Legal Information: Arkansas


View all
February 14, 2022

What is joint custody? Is joint custody favored in Arkansas?

Joint custody is defined as the “approximate and reasonable equal division of time with the child by both parents.”1 Joint custody is favored in Arkansas and there is a “rebuttable presumption” that joint custody is in the best interest of the child. This means that the judge will assume (presume) that joint custody is what’s best for the child but either parent can offer evidence to change the judge’s mind (to “rebut” the presumption). The judge can decide not to order joint custody if one of the following are true:

  • The judge determines that there is “clear and convincing evidence” that joint custody is not in the best interest of the child;
  • The parties come to an agreement on all issues related to custody of the child and decide upon their own custody terms;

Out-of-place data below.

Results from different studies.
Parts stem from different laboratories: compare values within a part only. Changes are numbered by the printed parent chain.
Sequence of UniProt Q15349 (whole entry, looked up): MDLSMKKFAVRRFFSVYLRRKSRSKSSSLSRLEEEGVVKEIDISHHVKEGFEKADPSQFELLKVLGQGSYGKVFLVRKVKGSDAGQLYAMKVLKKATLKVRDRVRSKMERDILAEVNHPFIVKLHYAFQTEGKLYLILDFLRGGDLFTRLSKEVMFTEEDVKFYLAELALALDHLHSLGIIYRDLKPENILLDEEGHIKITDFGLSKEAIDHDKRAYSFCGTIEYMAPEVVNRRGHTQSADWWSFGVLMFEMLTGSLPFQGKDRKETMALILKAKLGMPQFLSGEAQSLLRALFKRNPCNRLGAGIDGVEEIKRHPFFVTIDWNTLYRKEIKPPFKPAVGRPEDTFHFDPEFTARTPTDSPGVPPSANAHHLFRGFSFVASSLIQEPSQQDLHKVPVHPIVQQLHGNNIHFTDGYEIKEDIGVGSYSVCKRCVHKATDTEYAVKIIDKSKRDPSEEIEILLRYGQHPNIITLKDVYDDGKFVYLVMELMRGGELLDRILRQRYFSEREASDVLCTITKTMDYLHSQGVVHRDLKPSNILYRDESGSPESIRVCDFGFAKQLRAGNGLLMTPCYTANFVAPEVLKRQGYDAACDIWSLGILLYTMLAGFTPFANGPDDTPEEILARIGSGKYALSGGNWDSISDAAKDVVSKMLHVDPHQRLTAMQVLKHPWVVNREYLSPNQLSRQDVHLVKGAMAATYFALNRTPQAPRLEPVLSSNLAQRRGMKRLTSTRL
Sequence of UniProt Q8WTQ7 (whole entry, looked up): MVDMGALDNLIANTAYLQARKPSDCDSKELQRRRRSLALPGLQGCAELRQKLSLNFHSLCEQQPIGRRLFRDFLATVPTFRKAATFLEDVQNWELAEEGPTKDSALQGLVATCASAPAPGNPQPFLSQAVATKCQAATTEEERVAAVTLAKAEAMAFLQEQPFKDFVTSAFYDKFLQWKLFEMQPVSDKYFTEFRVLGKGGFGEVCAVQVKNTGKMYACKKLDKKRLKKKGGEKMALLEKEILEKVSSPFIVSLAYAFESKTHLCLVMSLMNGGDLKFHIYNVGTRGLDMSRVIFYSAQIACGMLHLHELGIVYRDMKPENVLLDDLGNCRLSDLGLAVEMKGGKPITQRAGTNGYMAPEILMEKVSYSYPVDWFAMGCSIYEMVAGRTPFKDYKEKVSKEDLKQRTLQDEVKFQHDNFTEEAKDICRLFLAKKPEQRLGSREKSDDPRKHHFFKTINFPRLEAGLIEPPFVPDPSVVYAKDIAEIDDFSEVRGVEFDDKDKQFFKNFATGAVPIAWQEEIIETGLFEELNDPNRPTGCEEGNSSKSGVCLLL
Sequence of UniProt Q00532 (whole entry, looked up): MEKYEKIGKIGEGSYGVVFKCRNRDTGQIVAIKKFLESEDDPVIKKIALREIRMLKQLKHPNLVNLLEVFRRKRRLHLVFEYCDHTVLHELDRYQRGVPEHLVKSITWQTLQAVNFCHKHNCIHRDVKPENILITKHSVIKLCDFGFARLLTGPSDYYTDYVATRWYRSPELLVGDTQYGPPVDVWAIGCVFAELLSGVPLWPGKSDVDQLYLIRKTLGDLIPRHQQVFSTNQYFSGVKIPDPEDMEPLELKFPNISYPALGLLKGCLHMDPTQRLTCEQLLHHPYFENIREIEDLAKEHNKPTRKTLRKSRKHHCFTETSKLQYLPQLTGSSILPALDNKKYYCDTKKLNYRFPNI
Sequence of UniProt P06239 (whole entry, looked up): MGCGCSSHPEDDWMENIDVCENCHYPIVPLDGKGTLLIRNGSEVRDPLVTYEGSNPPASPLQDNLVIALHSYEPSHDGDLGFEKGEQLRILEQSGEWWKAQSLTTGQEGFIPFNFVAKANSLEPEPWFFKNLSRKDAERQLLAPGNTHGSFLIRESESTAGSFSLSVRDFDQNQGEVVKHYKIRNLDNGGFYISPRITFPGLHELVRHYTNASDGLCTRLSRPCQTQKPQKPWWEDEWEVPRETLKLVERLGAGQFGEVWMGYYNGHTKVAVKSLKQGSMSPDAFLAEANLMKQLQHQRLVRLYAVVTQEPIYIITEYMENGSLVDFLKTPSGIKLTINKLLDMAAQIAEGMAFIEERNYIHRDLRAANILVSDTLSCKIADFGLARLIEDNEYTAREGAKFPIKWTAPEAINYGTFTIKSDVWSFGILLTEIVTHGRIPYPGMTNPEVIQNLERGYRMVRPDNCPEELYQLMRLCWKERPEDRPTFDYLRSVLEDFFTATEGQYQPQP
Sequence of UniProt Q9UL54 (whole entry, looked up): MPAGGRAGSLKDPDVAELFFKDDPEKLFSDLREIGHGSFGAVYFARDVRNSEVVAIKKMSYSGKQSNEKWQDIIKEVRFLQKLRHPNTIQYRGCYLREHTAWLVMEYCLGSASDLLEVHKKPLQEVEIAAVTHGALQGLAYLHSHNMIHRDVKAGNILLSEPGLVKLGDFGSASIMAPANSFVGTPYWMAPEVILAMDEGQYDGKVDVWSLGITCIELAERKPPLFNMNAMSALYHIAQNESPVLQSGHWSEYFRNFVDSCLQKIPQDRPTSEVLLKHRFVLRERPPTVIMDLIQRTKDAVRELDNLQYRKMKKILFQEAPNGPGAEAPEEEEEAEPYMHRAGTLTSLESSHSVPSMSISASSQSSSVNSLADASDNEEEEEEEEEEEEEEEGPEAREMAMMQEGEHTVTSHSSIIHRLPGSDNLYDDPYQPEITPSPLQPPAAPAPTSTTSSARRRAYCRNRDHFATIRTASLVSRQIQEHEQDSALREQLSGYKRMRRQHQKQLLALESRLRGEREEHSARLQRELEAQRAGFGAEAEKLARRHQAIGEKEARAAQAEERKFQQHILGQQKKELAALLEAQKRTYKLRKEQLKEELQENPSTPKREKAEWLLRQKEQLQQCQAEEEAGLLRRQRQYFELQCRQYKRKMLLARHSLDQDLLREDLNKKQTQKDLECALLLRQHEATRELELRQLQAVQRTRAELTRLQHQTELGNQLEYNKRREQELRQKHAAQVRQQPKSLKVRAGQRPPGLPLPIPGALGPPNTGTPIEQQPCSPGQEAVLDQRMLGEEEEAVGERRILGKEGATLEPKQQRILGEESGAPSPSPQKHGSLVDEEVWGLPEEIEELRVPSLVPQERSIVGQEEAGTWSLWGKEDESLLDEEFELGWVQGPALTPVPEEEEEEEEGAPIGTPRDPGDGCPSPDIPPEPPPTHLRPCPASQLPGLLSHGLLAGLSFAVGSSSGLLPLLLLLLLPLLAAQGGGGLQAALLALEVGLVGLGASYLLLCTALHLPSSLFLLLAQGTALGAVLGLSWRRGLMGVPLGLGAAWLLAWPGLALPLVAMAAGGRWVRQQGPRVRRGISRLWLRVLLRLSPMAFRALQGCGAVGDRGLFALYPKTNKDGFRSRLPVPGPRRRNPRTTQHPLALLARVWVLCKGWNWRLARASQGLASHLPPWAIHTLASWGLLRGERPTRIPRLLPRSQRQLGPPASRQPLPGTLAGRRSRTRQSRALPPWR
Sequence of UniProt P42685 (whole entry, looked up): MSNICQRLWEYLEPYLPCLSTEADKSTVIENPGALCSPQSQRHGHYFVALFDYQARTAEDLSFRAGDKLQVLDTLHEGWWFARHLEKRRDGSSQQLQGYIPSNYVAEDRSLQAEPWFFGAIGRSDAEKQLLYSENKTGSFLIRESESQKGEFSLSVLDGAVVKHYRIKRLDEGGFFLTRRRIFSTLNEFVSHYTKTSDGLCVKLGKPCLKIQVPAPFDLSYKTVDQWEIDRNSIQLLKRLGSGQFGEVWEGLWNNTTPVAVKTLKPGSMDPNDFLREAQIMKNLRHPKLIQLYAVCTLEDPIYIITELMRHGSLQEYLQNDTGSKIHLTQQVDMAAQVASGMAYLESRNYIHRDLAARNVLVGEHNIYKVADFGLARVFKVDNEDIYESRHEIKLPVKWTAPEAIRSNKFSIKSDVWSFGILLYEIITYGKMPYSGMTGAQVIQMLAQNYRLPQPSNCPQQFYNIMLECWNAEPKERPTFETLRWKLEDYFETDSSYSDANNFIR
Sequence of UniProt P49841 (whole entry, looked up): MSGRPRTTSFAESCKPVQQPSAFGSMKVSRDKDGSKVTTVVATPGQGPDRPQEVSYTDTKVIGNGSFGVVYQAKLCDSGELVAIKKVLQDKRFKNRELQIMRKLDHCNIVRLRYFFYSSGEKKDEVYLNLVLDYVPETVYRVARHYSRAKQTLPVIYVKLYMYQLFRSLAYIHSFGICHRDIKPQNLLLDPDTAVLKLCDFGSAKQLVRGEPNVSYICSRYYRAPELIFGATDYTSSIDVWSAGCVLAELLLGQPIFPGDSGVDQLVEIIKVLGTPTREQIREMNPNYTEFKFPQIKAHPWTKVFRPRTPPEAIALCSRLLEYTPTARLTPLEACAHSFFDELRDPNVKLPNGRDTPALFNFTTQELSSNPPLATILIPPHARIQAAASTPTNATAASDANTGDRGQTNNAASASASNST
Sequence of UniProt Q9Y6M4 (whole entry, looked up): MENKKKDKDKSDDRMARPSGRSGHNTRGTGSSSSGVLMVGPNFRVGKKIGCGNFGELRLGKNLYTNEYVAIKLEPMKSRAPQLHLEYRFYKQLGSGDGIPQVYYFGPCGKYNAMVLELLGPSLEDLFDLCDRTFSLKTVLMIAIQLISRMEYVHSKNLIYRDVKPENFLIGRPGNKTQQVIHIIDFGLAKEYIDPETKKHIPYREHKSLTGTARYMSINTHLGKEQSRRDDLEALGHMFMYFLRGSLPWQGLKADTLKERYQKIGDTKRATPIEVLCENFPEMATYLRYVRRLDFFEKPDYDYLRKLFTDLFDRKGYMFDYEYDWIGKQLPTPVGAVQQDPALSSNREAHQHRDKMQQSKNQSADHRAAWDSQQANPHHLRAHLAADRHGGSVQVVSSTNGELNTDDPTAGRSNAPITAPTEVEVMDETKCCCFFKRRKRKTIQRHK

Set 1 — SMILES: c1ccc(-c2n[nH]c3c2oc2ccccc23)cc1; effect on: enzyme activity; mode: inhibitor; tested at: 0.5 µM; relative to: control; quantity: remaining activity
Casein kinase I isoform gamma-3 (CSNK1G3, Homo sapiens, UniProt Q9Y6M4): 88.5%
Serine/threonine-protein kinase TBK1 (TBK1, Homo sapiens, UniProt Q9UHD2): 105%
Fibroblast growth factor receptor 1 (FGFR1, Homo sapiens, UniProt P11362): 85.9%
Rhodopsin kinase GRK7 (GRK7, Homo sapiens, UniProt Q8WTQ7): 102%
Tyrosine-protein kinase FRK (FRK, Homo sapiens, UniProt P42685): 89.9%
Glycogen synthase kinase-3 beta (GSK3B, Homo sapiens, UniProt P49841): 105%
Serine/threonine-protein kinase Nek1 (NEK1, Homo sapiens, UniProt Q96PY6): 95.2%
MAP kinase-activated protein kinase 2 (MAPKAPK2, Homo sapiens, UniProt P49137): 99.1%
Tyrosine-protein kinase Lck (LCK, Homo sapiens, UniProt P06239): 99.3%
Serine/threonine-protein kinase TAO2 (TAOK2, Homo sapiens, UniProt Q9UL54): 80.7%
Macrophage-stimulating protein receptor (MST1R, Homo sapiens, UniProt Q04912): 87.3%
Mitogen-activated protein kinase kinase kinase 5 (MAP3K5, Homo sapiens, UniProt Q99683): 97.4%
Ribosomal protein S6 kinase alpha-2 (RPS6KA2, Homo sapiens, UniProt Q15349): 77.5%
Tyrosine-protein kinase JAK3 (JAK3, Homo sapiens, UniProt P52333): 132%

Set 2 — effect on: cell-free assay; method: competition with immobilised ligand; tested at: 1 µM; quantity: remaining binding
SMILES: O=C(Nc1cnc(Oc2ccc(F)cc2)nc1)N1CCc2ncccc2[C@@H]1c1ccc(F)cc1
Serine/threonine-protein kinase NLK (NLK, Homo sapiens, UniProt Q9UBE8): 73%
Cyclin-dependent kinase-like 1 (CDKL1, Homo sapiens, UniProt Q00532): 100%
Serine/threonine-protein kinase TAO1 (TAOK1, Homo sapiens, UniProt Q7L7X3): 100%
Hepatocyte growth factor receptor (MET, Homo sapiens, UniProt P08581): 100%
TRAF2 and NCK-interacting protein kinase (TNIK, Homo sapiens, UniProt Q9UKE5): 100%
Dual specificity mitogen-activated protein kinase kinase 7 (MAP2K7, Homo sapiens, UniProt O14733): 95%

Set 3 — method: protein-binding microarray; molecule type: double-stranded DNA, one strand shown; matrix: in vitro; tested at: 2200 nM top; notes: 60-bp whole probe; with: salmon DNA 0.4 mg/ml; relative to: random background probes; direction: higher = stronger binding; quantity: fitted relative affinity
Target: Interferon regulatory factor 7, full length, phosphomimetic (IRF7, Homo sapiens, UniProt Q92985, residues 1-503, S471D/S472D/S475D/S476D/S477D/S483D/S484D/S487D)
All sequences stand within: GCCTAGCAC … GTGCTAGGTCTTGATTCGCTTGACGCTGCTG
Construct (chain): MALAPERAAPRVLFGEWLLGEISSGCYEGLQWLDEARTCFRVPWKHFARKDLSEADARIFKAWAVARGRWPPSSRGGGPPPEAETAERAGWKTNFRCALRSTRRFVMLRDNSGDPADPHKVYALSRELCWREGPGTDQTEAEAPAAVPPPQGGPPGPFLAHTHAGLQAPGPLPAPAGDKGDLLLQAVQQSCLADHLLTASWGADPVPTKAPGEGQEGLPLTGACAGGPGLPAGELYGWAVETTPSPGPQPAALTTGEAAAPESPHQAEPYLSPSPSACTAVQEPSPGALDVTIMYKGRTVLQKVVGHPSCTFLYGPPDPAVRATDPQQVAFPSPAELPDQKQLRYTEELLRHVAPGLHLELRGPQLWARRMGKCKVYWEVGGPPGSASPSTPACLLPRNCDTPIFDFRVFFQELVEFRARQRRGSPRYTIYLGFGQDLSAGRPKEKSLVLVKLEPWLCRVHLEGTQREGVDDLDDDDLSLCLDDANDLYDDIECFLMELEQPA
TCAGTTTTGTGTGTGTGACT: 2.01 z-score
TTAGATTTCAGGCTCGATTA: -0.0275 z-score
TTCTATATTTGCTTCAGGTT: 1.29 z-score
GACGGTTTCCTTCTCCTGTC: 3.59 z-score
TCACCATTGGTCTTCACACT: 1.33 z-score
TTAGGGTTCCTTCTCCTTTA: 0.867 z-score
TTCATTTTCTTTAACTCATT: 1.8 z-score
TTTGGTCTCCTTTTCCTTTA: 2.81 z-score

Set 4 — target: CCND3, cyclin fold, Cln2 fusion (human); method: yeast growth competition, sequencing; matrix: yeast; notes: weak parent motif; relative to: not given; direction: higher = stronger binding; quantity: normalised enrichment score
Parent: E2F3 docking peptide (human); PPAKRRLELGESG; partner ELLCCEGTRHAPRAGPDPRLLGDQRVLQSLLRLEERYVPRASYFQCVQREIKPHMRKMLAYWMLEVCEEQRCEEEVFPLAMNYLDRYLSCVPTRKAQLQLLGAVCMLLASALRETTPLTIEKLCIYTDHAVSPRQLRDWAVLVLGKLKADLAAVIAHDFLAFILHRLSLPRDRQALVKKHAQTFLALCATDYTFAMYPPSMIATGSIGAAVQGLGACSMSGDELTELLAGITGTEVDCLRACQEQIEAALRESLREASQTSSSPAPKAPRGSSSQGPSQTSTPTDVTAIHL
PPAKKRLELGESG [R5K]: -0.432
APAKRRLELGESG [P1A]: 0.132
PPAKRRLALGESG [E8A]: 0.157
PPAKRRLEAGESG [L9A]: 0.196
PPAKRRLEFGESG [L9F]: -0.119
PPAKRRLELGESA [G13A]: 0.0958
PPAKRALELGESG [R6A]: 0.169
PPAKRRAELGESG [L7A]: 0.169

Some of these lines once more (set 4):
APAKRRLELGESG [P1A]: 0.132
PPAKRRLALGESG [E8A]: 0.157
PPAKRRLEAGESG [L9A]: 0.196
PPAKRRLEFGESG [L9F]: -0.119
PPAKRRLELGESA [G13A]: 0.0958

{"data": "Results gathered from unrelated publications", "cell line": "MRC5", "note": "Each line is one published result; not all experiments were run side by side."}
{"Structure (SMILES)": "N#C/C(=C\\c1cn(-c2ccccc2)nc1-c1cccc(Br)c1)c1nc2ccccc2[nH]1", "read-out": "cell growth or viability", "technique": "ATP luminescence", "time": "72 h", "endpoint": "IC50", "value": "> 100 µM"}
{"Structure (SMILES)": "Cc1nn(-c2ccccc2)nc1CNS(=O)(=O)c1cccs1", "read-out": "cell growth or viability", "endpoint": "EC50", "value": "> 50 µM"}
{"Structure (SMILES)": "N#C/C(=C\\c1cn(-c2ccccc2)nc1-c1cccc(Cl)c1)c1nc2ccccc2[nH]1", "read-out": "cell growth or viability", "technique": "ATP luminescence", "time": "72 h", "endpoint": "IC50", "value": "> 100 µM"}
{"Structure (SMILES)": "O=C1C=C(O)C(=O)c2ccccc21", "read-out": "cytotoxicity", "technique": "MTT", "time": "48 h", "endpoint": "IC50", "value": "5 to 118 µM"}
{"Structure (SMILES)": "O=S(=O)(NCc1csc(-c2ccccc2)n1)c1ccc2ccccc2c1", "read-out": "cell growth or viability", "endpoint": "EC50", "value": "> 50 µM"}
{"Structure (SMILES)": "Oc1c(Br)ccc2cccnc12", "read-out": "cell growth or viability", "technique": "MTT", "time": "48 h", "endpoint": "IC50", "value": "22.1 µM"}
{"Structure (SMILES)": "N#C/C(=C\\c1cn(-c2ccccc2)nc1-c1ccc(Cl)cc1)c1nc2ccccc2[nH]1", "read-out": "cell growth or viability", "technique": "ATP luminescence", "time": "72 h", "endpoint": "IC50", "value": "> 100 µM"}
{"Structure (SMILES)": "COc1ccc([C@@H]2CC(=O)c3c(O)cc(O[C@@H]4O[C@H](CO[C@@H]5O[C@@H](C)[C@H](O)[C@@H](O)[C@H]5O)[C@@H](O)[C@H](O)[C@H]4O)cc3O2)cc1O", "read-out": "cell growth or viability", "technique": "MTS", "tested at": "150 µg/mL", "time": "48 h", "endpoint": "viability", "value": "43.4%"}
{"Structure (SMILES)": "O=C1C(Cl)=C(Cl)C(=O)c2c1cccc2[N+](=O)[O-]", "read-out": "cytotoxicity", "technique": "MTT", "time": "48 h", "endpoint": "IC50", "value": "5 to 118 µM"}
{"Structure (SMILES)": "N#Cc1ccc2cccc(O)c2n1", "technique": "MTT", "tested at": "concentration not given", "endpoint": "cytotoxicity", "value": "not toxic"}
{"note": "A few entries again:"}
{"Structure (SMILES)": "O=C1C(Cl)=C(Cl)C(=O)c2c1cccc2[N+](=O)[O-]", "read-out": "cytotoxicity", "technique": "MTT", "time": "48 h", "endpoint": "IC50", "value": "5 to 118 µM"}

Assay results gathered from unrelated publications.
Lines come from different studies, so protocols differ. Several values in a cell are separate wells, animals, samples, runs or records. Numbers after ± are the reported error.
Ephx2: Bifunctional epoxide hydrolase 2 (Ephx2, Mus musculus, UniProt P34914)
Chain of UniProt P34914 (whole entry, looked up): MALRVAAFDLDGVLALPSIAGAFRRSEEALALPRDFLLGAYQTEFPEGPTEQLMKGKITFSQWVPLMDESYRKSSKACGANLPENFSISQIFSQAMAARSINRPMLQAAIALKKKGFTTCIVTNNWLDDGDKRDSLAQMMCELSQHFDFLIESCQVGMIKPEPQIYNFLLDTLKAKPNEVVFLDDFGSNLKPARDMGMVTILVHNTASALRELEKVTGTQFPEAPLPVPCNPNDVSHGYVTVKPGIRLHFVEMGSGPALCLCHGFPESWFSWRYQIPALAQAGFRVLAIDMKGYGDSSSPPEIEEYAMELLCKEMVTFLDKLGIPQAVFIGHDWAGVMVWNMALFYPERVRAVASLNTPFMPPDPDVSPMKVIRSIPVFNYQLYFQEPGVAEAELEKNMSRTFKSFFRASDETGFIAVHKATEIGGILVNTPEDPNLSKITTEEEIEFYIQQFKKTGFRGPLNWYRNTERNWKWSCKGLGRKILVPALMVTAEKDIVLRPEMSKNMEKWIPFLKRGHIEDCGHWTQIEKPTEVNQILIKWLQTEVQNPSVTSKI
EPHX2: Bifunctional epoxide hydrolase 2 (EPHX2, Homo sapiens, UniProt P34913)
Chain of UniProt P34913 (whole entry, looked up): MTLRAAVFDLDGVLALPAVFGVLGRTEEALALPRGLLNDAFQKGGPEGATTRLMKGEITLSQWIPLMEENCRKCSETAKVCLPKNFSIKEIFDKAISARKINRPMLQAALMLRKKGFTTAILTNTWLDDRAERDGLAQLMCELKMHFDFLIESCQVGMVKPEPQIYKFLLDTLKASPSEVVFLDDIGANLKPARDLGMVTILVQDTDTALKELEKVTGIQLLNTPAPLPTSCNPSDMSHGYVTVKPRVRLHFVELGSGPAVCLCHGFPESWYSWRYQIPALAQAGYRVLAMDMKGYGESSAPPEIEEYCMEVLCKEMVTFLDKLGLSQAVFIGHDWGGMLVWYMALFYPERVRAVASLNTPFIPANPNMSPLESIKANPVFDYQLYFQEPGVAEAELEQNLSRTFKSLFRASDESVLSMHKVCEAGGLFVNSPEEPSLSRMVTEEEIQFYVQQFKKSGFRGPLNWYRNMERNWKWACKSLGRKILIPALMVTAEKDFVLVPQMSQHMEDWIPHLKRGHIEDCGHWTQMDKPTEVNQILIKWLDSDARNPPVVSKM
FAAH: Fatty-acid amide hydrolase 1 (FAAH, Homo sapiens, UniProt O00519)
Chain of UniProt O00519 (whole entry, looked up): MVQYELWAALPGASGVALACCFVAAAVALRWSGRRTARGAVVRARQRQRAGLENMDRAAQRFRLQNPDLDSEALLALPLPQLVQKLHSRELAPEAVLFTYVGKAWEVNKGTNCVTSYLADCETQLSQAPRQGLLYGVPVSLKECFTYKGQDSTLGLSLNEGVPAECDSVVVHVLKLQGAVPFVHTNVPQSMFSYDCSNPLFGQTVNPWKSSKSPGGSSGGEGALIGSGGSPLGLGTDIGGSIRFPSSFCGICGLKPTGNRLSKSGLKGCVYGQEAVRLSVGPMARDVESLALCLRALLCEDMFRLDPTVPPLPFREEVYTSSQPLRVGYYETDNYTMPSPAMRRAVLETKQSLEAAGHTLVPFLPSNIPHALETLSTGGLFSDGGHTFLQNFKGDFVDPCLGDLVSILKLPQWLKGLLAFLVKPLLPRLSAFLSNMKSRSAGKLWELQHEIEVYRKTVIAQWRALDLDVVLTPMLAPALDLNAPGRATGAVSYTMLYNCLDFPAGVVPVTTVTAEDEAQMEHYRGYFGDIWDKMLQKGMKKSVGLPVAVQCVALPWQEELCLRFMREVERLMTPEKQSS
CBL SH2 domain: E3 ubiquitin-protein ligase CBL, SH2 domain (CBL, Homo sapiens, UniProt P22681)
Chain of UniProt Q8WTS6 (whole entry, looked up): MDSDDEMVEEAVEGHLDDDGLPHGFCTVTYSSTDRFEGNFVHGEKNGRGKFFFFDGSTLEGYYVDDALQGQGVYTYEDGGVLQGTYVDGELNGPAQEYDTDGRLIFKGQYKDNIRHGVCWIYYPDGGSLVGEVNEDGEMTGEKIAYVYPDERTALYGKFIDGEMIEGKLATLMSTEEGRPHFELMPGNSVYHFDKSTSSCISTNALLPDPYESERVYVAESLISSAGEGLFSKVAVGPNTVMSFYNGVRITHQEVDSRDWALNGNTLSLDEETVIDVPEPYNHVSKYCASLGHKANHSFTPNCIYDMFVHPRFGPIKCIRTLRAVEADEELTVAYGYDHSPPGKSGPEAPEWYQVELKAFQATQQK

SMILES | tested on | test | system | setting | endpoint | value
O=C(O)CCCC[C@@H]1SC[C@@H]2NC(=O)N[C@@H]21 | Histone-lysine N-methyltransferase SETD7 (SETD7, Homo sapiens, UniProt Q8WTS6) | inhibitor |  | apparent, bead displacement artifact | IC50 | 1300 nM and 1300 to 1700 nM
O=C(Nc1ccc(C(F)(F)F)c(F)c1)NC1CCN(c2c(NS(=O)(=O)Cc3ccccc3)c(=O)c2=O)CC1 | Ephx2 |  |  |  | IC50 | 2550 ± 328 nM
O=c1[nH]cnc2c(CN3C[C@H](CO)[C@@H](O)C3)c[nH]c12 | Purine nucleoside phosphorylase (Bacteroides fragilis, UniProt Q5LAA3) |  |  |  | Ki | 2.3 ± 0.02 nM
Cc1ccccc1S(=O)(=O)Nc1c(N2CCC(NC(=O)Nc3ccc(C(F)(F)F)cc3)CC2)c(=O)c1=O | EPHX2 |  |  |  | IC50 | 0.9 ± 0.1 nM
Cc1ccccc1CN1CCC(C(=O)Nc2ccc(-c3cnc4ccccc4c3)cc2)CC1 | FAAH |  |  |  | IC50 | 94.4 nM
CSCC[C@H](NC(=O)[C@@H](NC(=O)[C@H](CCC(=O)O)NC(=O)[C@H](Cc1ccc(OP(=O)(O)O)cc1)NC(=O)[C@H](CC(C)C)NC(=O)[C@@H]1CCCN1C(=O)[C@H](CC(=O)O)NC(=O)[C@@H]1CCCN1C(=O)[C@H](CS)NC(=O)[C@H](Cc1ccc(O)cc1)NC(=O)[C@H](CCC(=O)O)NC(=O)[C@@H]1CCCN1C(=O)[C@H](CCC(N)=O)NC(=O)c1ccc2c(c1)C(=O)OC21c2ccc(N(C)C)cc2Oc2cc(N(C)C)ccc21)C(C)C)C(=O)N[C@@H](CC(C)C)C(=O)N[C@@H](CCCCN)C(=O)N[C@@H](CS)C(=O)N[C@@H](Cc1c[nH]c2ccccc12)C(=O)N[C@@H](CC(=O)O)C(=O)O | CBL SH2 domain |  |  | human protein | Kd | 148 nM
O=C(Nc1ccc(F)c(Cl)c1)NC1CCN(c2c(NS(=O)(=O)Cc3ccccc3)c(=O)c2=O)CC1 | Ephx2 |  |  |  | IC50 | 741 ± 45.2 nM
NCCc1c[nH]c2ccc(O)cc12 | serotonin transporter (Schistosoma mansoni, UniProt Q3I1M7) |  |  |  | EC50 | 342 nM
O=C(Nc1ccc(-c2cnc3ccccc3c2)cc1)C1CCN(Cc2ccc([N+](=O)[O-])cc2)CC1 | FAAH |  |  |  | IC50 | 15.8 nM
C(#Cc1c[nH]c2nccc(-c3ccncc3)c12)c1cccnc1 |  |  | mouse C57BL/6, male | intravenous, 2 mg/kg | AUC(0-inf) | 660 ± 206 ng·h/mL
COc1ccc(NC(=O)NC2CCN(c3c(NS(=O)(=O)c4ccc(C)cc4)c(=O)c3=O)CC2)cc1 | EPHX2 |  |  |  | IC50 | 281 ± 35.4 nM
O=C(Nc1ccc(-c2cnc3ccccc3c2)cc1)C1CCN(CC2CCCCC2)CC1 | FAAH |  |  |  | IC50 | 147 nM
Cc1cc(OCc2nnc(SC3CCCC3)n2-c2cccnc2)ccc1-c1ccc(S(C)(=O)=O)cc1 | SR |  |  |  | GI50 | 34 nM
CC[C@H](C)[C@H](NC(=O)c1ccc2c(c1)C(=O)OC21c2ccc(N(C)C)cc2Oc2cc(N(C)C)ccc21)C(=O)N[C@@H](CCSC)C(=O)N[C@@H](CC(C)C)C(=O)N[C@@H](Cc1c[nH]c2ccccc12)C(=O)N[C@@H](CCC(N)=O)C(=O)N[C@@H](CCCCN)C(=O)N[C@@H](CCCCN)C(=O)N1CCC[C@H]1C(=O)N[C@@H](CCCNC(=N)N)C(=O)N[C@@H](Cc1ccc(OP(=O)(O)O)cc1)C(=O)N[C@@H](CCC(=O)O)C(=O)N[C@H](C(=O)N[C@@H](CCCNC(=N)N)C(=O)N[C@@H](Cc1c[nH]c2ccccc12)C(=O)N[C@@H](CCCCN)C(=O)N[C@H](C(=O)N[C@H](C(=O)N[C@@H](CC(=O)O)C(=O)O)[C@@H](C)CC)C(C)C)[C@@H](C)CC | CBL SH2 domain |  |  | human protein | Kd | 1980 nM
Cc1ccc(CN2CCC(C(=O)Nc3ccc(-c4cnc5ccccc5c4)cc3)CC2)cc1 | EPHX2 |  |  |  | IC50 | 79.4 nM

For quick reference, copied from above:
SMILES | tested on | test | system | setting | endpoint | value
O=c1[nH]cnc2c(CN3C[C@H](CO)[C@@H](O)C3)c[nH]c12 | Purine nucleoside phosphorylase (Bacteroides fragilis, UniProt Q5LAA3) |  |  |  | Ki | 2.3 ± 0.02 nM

• One of the parties does not request sole, primary, or joint custody; or
  • One of the parties offers evidence that convinces the judge to “rebut” the presumption and give one parent sole custody.2

If, at any time, the judge determines that one parent has a pattern of intentionally creating conflict in an attempt to disrupt a current or pending joint-custody arrangement and there is nothing the judge can order to reduce areas of conflict caused by the disruptive parent, the judge can consider such behavior to be a “material change of circumstances” and can change a joint custody order to an order of primary custody to the non-disruptive parent.3

1 A.C.A. § 9-13-101(a)(5)
2 A.C.A. § 9-13-101(a)(1)(A)(iii), (a)(1)(A)(iv)
3 A.C.A. § 9-13-101(b)(1)(A)(iii)

WomensLaw serves and supports all survivors, no matter their sex or gender.